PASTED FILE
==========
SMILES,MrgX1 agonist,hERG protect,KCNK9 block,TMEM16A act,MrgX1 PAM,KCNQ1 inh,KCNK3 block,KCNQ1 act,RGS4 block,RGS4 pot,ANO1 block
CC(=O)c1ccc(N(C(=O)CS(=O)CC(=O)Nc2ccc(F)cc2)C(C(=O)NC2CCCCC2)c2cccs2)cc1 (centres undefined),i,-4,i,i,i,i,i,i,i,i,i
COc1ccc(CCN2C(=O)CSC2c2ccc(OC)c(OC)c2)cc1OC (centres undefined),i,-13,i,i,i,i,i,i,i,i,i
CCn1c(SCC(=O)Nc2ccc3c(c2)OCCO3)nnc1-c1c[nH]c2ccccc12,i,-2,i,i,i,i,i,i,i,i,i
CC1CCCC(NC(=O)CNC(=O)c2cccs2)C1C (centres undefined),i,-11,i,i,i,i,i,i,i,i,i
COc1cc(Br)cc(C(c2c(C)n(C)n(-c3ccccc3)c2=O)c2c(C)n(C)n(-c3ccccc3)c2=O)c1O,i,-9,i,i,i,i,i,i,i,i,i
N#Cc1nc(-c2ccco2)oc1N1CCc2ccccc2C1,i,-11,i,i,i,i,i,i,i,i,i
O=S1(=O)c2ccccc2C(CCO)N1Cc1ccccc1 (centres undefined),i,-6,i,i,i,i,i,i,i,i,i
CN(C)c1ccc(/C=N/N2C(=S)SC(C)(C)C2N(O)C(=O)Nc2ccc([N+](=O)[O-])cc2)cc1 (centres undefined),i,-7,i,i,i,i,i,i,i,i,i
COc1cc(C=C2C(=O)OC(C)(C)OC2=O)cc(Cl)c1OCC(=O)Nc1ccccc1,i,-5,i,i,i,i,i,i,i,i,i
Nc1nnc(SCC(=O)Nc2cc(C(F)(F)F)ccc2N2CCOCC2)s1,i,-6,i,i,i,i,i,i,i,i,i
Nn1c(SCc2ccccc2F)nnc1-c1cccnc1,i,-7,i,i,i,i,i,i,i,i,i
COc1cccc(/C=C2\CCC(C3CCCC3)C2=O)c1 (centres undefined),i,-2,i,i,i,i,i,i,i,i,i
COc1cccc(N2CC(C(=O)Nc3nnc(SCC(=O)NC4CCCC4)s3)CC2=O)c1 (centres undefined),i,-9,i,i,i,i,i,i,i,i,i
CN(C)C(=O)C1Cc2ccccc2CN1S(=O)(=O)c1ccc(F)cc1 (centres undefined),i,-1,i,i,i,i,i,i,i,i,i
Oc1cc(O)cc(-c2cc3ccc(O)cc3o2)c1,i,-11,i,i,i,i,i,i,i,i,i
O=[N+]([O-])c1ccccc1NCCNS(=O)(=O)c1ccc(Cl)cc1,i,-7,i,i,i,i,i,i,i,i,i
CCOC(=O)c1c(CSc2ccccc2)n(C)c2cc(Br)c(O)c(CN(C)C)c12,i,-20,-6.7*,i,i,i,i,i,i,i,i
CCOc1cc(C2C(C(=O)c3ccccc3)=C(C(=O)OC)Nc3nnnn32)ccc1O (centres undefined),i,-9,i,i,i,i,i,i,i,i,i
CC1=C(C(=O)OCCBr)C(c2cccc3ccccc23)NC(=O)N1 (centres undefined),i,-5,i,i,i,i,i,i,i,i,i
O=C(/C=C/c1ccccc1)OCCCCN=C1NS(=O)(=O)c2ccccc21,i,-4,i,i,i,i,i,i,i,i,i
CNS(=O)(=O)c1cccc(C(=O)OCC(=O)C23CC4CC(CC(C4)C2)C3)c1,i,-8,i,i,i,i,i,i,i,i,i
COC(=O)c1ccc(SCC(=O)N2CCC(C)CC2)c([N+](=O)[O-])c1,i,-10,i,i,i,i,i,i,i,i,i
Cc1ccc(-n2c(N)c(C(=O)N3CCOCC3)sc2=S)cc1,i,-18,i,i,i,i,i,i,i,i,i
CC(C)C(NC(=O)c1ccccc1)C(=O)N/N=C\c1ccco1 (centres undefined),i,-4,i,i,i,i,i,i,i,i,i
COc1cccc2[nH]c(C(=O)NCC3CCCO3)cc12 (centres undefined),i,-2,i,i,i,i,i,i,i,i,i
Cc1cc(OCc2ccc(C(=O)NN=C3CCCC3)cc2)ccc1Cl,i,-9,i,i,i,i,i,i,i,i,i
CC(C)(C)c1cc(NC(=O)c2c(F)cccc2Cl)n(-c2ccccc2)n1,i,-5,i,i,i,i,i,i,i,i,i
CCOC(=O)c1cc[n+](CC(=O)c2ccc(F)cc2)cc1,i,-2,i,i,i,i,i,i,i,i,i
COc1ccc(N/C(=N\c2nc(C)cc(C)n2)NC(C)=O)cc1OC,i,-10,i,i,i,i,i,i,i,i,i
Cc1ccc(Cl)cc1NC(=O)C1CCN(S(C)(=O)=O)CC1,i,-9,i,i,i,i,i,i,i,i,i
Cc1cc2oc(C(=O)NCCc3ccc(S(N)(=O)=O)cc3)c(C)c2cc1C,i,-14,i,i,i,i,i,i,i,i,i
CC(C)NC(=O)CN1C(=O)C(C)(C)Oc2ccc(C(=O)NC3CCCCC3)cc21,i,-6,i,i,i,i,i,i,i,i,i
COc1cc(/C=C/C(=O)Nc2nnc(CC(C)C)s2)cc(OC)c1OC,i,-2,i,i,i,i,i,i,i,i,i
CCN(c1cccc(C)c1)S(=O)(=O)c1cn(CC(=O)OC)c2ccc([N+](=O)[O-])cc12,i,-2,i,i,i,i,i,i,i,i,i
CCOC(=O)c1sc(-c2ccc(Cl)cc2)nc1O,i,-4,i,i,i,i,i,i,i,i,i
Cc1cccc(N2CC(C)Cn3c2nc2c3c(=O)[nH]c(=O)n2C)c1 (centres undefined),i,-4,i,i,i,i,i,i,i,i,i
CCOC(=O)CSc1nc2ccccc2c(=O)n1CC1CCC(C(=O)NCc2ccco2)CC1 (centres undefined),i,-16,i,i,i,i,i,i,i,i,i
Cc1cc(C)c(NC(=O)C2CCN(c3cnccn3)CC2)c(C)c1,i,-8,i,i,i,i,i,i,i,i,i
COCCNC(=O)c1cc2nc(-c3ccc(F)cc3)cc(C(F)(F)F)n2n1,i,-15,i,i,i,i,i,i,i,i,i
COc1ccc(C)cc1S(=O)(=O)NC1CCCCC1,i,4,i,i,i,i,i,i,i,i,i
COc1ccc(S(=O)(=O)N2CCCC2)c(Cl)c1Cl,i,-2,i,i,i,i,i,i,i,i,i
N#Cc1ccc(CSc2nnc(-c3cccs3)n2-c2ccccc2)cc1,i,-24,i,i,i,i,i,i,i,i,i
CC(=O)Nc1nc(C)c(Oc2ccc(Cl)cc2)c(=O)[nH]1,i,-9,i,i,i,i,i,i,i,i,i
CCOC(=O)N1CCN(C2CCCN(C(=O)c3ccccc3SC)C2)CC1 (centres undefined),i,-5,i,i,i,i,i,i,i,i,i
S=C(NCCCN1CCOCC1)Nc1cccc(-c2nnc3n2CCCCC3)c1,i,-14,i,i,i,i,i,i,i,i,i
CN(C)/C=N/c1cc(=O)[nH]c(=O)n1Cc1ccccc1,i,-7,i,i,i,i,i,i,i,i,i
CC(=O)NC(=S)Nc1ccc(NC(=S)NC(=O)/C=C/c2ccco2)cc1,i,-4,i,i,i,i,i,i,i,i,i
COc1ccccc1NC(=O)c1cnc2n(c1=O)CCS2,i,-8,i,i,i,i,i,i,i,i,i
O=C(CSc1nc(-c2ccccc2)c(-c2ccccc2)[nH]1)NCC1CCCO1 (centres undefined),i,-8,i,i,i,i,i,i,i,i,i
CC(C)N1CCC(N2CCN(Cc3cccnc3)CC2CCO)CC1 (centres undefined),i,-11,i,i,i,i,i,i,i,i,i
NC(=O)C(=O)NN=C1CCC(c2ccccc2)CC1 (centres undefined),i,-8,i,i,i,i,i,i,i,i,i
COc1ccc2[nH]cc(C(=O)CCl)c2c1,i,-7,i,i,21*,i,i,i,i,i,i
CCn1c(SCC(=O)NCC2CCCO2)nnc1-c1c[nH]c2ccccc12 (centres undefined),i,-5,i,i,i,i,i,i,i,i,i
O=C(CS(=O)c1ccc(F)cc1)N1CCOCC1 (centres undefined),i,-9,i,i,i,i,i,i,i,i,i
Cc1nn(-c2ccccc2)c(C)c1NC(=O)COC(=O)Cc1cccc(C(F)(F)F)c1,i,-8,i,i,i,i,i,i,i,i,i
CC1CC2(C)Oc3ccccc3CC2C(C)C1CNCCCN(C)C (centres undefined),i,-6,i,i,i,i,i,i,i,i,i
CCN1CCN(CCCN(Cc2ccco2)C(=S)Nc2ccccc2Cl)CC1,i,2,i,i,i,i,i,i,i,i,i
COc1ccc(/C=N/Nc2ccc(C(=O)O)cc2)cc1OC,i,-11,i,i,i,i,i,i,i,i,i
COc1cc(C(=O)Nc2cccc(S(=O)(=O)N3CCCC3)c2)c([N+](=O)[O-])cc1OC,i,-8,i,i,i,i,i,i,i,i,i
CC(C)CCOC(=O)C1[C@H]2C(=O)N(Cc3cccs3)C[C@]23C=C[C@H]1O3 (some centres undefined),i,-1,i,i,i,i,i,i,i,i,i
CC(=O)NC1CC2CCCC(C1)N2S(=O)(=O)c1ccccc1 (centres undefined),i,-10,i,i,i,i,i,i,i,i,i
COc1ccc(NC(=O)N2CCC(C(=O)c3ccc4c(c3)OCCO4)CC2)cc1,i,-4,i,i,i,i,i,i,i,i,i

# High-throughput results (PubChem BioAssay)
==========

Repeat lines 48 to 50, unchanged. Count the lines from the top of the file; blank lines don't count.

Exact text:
CC(=O)NC(=S)Nc1ccc(NC(=S)NC(=O)/C=C/c2ccco2)cc1,i,-4,i,i,i,i,i,i,i,i,i
COc1ccccc1NC(=O)c1cnc2n(c1=O)CCS2,i,-8,i,i,i,i,i,i,i,i,i
O=C(CSc1nc(-c2ccccc2)c(-c2ccccc2)[nH]1)NCC1CCCO1 (centres undefined),i,-8,i,i,i,i,i,i,i,i,i